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Manchester reviewed
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Manchester music reviews

No Thyself by Magazine

No Thyself, Wire-Sound CD

by Denis Joe November 2011

 

Stop! When you cease to amaze me. (“Stuck”)

Punk began in 1976 - its initial location was London but with the release of The Buzzcocks EP, Spiral Scratch the focus moved to Manchester. A movement quickly sprung up that featured the likes of The Fall, The Drones, Warsaw (aka Joy Division), Ed Banger and the Nosebleeds, Slaughter and the Dogs and pop-poet, John Cooper Clarke.

 

The Manchester scene of the late 70s produced some of the greatest pop of that (or any) decade, and thankfully for me, many of these groups played in Birmingham or Wolverhampton. For pure magical, unashamed pop music there was the Buzzcocks. Howard Devoto left the band in 1977 and Pete Shelley took over as singer/lyricist, producing such gems as Orgasm Addict, What Do I Get?, I Don’t Mind and Ever Fallen In Love With Someone You Shouldn’t Have Fallen In Love With? For chin-strokers and other pseuds there were The Fall and Joy Division.

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Manchester music reviews

Kate Marsden - violin

Ensemble of St. Luke’s

at Royal Liverpool Philharmonic

Reviewed by Denis Joe October 2011

Aled Smith Czárdás (world premiere) & Shostakovich String Quartet No.8

Alexander Marks (violin), Kate Marsden (violin), Robert Shepley (viola), Gethyn Jones (cello)

 

The audience for this lunchtime concert were treated to a bonus from the Ensemble of St. Luke’s, as they performed Mozart String Quartet in C major, K. 157 (I. Allegro, II. Andante, III. Presto). Composed in 1773, when Mozart was around 17 years old, it is a beautiful piece that has its roots in folk music, particularly East European. The Presto seems to have borrowed from Czárdás, a traditional Hungarian folk dance (the name derived from csárda old Hungarian term for tavern). It originated in Hungary and was popularized by Roma music bands in Hungary and neighbouring lands. The music of the Quartet is lively, full of youthful energy, amd there is none of the romanticising of traditional music that became the hallmark of the later Romantics. The Quartet sounds as if it was composed simply for the pure joy of the music and nothing more.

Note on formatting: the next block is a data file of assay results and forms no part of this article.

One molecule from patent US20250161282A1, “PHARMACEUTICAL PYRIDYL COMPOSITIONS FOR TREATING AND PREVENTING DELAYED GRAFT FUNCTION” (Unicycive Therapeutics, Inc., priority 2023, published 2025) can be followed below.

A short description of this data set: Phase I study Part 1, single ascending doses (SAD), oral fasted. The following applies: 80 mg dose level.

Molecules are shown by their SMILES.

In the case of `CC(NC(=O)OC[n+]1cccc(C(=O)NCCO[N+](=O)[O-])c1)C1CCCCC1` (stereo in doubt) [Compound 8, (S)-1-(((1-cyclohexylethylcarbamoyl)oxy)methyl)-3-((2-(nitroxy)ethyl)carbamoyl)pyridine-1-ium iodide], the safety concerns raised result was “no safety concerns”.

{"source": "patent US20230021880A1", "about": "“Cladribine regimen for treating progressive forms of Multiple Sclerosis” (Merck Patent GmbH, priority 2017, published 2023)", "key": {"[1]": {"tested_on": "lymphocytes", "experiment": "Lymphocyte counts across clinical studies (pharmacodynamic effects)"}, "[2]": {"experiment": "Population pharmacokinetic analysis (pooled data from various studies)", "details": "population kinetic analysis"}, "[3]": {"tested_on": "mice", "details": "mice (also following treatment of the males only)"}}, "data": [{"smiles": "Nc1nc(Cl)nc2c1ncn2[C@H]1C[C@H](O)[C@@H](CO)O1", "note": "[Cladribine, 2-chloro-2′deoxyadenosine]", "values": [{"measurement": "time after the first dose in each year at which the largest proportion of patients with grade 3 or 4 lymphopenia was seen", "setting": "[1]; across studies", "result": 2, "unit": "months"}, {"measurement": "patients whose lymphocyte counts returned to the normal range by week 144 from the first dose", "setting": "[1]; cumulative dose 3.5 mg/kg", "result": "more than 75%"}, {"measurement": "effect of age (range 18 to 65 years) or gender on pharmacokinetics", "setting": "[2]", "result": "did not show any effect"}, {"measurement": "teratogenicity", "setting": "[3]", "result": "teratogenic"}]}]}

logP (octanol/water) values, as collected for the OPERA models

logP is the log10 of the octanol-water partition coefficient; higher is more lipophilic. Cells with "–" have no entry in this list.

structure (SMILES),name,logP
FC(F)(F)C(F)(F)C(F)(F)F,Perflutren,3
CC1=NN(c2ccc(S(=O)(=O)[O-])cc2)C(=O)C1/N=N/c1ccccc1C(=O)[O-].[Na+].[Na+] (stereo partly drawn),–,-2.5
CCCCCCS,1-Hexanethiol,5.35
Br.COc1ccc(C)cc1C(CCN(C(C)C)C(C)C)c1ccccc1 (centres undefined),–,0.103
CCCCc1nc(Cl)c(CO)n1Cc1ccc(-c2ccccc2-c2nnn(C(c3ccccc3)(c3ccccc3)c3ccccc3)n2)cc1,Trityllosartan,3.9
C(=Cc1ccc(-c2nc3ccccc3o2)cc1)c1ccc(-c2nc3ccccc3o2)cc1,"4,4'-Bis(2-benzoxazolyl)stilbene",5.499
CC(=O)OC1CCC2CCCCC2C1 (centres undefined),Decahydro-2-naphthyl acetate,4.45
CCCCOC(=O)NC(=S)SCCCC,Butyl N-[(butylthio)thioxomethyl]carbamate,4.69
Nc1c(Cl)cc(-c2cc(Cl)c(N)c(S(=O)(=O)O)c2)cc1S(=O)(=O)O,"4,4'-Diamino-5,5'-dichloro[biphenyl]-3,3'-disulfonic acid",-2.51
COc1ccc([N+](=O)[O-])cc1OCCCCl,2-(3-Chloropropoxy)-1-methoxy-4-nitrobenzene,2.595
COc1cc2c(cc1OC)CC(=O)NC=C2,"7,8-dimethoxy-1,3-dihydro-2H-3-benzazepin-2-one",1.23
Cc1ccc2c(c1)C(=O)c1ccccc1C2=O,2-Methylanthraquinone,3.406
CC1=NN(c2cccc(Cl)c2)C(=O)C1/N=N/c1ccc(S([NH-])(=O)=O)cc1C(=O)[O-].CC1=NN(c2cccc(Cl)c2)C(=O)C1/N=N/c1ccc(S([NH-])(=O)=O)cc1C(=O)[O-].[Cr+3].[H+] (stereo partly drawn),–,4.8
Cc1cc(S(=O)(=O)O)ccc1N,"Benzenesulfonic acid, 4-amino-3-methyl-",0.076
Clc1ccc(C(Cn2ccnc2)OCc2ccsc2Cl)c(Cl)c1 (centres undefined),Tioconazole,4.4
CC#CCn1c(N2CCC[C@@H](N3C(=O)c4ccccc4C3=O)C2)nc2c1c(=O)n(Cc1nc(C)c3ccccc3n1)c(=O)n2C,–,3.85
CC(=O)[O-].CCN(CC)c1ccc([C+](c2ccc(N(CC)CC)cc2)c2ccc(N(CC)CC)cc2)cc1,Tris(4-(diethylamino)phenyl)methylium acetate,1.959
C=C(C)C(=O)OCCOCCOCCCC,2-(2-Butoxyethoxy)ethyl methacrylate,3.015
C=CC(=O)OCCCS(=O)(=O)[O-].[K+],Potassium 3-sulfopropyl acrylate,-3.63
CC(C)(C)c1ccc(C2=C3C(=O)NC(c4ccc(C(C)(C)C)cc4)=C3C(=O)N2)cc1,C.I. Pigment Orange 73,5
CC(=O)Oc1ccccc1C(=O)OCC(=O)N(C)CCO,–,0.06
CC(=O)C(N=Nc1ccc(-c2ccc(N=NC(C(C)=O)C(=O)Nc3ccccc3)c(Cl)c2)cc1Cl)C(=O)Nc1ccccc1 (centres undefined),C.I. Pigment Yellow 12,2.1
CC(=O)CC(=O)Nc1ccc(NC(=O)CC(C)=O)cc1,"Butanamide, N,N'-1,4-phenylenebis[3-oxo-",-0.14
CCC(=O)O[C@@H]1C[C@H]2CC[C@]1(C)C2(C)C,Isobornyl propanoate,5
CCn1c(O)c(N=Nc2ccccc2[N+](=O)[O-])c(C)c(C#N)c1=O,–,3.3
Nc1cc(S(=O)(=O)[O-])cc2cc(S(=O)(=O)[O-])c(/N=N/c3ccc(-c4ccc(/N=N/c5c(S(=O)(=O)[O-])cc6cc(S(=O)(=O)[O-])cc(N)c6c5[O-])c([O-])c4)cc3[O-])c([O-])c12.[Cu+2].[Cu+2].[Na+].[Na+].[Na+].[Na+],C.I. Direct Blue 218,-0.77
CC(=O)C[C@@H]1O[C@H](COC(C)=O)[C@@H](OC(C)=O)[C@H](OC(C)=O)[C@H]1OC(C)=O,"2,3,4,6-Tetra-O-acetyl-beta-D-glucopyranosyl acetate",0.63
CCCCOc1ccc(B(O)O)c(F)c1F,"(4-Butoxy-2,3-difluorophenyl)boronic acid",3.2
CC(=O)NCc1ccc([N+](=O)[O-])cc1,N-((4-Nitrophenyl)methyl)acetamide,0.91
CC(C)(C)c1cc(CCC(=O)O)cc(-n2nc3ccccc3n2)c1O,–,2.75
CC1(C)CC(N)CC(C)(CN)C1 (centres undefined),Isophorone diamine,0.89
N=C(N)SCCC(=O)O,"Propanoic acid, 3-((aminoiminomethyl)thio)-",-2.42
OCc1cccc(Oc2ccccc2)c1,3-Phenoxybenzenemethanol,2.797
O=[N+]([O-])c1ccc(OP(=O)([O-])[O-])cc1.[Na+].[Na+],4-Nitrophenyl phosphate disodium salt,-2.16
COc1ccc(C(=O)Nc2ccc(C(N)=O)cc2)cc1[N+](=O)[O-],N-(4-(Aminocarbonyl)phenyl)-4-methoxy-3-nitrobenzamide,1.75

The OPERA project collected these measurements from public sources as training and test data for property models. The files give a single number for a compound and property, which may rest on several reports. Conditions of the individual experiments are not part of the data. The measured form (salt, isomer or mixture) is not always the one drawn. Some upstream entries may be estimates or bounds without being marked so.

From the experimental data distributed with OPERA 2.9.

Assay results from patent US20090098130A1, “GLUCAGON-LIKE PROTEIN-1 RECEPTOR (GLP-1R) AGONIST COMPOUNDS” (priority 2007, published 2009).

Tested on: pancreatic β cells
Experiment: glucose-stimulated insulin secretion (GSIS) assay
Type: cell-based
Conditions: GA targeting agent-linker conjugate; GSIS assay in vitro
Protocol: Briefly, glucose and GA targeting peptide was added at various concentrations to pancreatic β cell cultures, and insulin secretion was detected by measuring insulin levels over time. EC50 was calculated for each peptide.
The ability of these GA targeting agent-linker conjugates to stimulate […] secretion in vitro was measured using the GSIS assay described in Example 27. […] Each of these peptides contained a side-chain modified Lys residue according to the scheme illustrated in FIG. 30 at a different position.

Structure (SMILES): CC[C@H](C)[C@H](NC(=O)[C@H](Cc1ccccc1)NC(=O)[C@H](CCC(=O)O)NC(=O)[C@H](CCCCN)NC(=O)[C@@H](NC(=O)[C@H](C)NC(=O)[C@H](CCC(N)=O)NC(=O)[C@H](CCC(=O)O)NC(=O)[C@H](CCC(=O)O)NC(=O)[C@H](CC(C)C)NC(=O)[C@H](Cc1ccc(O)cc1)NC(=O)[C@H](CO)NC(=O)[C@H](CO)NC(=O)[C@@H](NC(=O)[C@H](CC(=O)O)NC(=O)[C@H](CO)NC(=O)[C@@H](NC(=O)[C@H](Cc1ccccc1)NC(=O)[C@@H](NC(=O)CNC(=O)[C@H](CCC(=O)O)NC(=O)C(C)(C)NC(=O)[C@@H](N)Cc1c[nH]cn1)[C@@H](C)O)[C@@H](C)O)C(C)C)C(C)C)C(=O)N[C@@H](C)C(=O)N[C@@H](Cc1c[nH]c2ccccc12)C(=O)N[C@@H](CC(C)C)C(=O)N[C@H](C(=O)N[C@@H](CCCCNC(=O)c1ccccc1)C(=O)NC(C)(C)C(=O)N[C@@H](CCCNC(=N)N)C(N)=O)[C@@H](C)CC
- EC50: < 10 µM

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Manchester music reviews

Tindersticks

Tindersticks at Liverpool Philharmonic

Reviewed by Emma Short October 2011

 

The formation of Music Beyond Mainstream in 2001, a consortium of 12 leading concert halls in the UK, has allowed major pieces of work in music to be seen by audiences throughout the country. By encouraging the touring of innovative folk, jazz, world, roots and left field music and initiating performances like their 36th project Tindersticks at the Liverpool Philharmonic, music lovers nationwide are able to experience that which at one time would have only been accessible to audiences in London.
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Manchester music reviews

The Straits

The Straits at Liverpool Philharmonic

Reviewed by Simon Belt October 2011


The Straits were formed by former members Dire Straits Alan Clark, Phil Palmer and Chris White, after a few fun and feeler gigs in the summer of 2011 - to play the band’s much loved catalogue of great songs to a loyal and new audience alike. After huge success with albums including Making Movies and Brothers in Arms, in a career that saw them sell 120 million albums worldwide, recieve three BRIT Awards, four Grammys and two MTV Music Awards, it's unthinkable that such a huge musical impact could be just left alone.

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Manchester music reviews

David Soar (Leporello) i statue Nuccia Focile (Donna Elvira) in Don Giovanni by WNO Photo: Richard H Smtih

Welsh National Opera at Liverpool Empire

by Denis Joe October 2011

Mozart: Don Giovanni
Rossini: The Barber of Seville
Janá?ek: Katya Kabanova

 

Sadly, the Welsh National Opera only visit Liverpool for one season in a year, and is one of the highlights of the year. Opera in Britain is really strong with regional companies such as Welsh National Opera, Opera North and Scottish Opera consistently produce seasons of the highest quality, bringing neglected works to the public. Opera has had a reputation for being an elitist art form, but since the late 1980s, when I first started to go to see live opera, it was not unusual to see young people in jeans and t-shirts in the audience. The idea that the entrance fee is prohibitive is also a myth as it is no more expensive than a football match and far cheaper than going to see a band at some local stadium.